Of the three players the Packers reluctantly released on Saturday, they were able to sneak two onto the practice squad.
While Green Bay lost impressive undrafted rookie running back Tyrell Sutton to the Carolina Panthers' 53-man roster, the Packers were able to retain fifth-round left tackle Jamon Meredith and undrafted linebacker Cyril Obiozor on Sunday.
Illustrating the depth he believes he had on his team for training camp, general manager Ted Thompson's eight-man practice squad is made up entirely of Saturday's cuts. Joining Meredith and Obiozor are first-year wide receiver Jake Allen, second-year quarterback Brian Brohm, undrafted rookie cornerback Trevor Ford, second-year running back Kregg Lumpkin, undrafted rookie defensive end Ronald Talley and first-year nose tackle Anthony Toribio.
Not only do the Packers feel these players are good developmental prospects, but they act as extensions of the regular roster.
Thompson said the Packers aren't shopping for a third quarterback behind Aaron Rodgers and Matt Flynn "right this second." So, if something happens to Rodgers or Flynn can't get past his sore throwing shoulder, Brohm is available to fill the void.
"One thing I'll say to start with is Brian is continuing to make progress. I think his most recent preseason game was his best outing," Thompson said during his Sunday afternoon press conference.
Meredith fortifies an offensive line that has only one true offensive tackle (Breno Giacomini) among four reserves on the 53-man roster.
"He's coming along. I thought he competed very well," Thompson said of Meredith. "Actually, this last game was his best game. He played guard in college (as a senior at South Carolina), and I think the move to the outside is something you've kind of got to experience. I think that is what he needs. I think he needs experience. Again, we feel very happy that we were able to get him on our practice squad."
Toribio provides a fallback should either of the nose tackles, starter Ryan Pickett and backup B.J. Raji, is injured. Talley provides a strong and talented option should there be an injury at defensive end or rookie sixth-round pick Jarius Wynn struggles.
While the Packers lost Sutton, they were able to retain Lumpkin, who had a solid preseason finale and showed some promise last year before his season ended with an injured hamstring. Still, considering the promise Sutton showed as a change-of-pace back, seeing him land in Carolina was a disappointment.
"Yeah, he is a very good player, just like he was at Northwestern," Thompson said. "It came down to where we felt like we had a number of good backs and keeping the three fullbacks was a factor in this. We're sorry to lose him. Gave him a big hug today and he'll do fine."
Of the eight, the one with perhaps the biggest upside is Obiozor. Obiozor, a big and athletic rookie who blossomed during training camp under outside linebackers coach Kevin Greene, was a victim of the numbers at the Packers' deepest position. But with Aaron Kampman a free agent after this season, Obiozor is a solid developmental prospect.
"I do like Obiozor. If I didn't like him, I probably wouldn't say anything to him," said Greene recently of his penchant for yelling both praise and criticism at the rookie from Texas A&M. "Think about that. I like him. He's got a good heart, he's a good kid. I want to coach him with a firm hand to improve as a football player."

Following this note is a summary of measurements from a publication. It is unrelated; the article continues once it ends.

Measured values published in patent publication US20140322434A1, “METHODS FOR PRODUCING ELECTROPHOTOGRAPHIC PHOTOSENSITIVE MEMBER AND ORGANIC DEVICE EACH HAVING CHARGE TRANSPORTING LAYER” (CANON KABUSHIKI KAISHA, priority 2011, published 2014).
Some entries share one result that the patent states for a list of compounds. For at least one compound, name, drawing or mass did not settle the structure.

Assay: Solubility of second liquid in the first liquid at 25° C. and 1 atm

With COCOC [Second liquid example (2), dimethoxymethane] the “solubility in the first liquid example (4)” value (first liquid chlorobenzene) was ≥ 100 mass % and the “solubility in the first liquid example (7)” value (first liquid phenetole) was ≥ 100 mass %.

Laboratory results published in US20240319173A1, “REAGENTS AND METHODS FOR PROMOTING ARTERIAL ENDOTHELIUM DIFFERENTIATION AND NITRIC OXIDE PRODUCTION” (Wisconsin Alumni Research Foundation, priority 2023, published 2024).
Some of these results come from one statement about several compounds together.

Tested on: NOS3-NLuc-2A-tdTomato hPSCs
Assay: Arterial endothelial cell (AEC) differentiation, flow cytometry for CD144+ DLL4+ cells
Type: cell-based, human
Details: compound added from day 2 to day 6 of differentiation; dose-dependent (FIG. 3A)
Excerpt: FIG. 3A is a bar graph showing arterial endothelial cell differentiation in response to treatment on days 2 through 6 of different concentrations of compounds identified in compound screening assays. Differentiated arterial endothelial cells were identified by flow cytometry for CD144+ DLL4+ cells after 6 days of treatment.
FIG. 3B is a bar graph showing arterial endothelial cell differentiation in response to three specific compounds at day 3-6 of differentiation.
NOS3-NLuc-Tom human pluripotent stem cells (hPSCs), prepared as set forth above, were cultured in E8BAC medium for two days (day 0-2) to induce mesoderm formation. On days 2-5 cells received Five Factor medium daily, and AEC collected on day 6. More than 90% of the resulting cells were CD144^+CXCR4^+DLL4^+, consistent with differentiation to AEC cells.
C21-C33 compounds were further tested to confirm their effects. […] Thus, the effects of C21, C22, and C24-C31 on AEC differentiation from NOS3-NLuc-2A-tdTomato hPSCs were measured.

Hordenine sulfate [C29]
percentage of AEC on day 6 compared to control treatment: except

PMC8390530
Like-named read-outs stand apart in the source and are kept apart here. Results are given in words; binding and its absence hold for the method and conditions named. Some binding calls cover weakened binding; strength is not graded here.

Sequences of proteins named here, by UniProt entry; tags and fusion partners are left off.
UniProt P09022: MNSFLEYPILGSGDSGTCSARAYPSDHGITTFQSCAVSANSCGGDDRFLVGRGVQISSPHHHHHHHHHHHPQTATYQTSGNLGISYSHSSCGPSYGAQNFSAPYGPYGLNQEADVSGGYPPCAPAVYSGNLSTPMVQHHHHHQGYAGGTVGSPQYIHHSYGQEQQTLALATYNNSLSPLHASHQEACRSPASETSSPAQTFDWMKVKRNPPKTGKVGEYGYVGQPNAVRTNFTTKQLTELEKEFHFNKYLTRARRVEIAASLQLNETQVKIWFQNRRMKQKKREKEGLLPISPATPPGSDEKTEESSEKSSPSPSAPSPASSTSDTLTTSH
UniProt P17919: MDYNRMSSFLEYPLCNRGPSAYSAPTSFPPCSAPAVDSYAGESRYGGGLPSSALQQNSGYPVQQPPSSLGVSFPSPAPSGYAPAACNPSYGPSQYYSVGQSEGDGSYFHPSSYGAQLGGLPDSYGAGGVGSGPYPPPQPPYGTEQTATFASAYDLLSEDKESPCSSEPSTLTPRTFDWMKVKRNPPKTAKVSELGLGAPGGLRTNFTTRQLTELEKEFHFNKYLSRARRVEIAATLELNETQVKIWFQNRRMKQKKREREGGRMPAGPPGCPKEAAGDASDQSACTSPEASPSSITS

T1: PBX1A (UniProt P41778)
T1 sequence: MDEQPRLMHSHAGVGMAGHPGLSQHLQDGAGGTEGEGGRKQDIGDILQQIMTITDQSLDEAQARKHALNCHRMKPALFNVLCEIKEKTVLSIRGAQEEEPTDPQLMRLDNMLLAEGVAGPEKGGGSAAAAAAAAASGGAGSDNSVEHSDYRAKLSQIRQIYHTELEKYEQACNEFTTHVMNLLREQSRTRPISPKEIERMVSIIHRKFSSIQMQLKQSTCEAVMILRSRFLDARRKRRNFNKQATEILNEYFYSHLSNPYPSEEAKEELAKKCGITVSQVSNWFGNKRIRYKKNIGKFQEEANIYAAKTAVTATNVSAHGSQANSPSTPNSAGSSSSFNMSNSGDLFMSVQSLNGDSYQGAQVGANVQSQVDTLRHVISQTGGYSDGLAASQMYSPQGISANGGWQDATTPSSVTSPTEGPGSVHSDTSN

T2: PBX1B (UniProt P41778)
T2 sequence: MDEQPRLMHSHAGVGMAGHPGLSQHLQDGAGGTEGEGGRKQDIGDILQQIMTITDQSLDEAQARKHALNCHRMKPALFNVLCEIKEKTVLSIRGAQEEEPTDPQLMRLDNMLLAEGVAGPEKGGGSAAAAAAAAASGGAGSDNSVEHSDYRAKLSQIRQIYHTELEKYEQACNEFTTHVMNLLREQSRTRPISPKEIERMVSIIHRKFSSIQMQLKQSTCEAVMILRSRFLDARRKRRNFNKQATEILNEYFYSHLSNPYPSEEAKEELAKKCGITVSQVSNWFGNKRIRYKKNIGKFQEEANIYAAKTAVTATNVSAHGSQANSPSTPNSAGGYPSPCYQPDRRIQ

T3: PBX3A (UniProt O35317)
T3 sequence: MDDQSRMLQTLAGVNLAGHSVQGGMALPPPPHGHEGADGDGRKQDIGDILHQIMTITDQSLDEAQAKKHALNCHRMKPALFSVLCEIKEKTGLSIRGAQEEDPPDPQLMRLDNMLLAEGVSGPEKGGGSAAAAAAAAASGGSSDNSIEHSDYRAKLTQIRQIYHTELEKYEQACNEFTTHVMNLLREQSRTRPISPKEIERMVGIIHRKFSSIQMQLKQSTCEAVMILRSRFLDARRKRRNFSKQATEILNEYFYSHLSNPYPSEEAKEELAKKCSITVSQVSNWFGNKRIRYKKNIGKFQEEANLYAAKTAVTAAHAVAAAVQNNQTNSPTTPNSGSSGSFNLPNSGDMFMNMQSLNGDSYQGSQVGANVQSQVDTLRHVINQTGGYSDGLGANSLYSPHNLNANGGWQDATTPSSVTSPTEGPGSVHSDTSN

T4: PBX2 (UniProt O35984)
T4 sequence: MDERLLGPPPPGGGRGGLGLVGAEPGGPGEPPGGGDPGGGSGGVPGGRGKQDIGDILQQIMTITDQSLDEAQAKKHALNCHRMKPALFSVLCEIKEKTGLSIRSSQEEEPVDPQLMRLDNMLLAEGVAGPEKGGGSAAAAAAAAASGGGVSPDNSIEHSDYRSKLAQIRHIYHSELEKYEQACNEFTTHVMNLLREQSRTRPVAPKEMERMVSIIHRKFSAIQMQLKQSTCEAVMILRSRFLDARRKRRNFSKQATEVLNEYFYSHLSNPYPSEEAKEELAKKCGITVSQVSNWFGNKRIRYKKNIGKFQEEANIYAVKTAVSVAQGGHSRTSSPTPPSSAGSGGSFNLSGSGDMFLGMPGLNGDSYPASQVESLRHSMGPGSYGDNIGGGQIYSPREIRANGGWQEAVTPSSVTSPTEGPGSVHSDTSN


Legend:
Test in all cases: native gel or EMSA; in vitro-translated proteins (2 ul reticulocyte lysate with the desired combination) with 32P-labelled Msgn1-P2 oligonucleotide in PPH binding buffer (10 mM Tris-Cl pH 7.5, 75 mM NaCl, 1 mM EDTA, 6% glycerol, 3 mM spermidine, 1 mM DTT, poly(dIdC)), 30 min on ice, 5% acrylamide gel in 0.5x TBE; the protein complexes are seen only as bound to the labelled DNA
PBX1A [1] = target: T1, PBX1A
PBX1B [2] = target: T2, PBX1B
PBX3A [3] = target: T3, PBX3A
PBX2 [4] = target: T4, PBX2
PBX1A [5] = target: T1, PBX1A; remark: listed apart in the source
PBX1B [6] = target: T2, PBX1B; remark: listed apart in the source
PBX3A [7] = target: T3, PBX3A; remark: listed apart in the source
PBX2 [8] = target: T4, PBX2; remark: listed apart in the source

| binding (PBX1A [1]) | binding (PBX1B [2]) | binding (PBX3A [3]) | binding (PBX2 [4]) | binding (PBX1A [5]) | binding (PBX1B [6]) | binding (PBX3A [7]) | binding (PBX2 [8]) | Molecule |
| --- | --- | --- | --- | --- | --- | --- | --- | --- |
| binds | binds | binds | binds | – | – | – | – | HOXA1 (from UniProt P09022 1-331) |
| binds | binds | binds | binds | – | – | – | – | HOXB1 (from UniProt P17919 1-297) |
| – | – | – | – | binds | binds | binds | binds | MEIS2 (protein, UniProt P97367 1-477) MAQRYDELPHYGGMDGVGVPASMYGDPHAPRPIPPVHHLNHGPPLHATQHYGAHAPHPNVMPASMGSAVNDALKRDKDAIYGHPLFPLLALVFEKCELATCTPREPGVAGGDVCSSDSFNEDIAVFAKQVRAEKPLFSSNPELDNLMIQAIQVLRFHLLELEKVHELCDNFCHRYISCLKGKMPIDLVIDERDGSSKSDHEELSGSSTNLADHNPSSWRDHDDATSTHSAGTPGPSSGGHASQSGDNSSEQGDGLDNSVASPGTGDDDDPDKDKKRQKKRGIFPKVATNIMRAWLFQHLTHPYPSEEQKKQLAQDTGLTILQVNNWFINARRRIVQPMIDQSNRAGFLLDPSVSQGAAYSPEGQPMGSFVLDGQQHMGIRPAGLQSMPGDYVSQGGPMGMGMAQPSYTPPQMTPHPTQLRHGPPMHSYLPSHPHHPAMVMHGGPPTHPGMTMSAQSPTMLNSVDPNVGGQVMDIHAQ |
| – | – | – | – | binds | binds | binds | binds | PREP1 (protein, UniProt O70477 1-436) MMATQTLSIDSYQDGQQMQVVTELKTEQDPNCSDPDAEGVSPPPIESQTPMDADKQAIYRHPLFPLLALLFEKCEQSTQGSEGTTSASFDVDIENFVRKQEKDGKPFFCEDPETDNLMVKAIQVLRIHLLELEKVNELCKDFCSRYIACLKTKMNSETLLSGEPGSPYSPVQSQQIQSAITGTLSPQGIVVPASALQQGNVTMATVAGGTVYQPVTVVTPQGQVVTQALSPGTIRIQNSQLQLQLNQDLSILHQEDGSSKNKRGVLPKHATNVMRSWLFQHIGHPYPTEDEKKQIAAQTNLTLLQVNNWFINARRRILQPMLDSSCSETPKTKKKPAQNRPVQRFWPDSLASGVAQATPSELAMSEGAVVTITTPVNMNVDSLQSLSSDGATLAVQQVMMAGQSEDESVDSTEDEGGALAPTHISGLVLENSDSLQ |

Here's what Thompson had to say about ...
— Releasing Ruvell Martin with Brett Swain: "There were some really painful moments over the weekend, and that was clearly one of the more painful ones. Ruvell was everything you asked of in a Packer. He's a good player, he's a great person, a great teammate, well-respected by his peers. At the same time we felt that Brett had earned a spot on the team. Quite frankly they both had, and it just came down to trying to decide what to do. Probably special teams was the deciding factor."
— Essentially replacing Anthony Smith with Derrick Martin: "It was just a thing, we had an opportunity to get a player from Baltimore that kind of fit what we were looking for. A little bit of a corner, a little bit of a safety, special teams. It just came down to that."
— What he saw in Martin: "He's a very active guy. He's got good feet. We studied him quite a bit out of Wyoming a couple of years, actually three or four years ago. We liked him then, and as we talk about a lot, a lot of our moves that we make on the pro side are based first and foremost of what we thought of him in college, and we thought he was a good player. He's a thicker lower body guy. We thought even then he would have the ability to play inside, and the fact that he does have that versatility and he's a good special teams player."
— Keeping three fullbacks: "I think it was a thing where we felt like they all three earned a spot on the team. It's a little bit unusual but we felt like there was value in all of those guys. Korey (Hall) and John (Kuhn), who have been with us, are excellent special-teams players, good fullbacks, and we think Quinn Johnson has the ability to be a special player. Again, that cost roster spots in other areas that wouldn't normally happen but we felt like it was worth it."
Agree or disagree?: Discuss hot Packers topics in our, free forums. Leave Bill a question in the subscribers-only Packers Pro Club forum.
Bill Huber is publisher of Packer Report magazine and PackerReport.com and has written for Packer Report since 1997. E-mail him at email@example.com, or leave him a question in Packer Report's subscribers-only Packers Pro Club forum. Find Bill on Twitter at twitter.com/packerreport and Facebook under Bill Huber.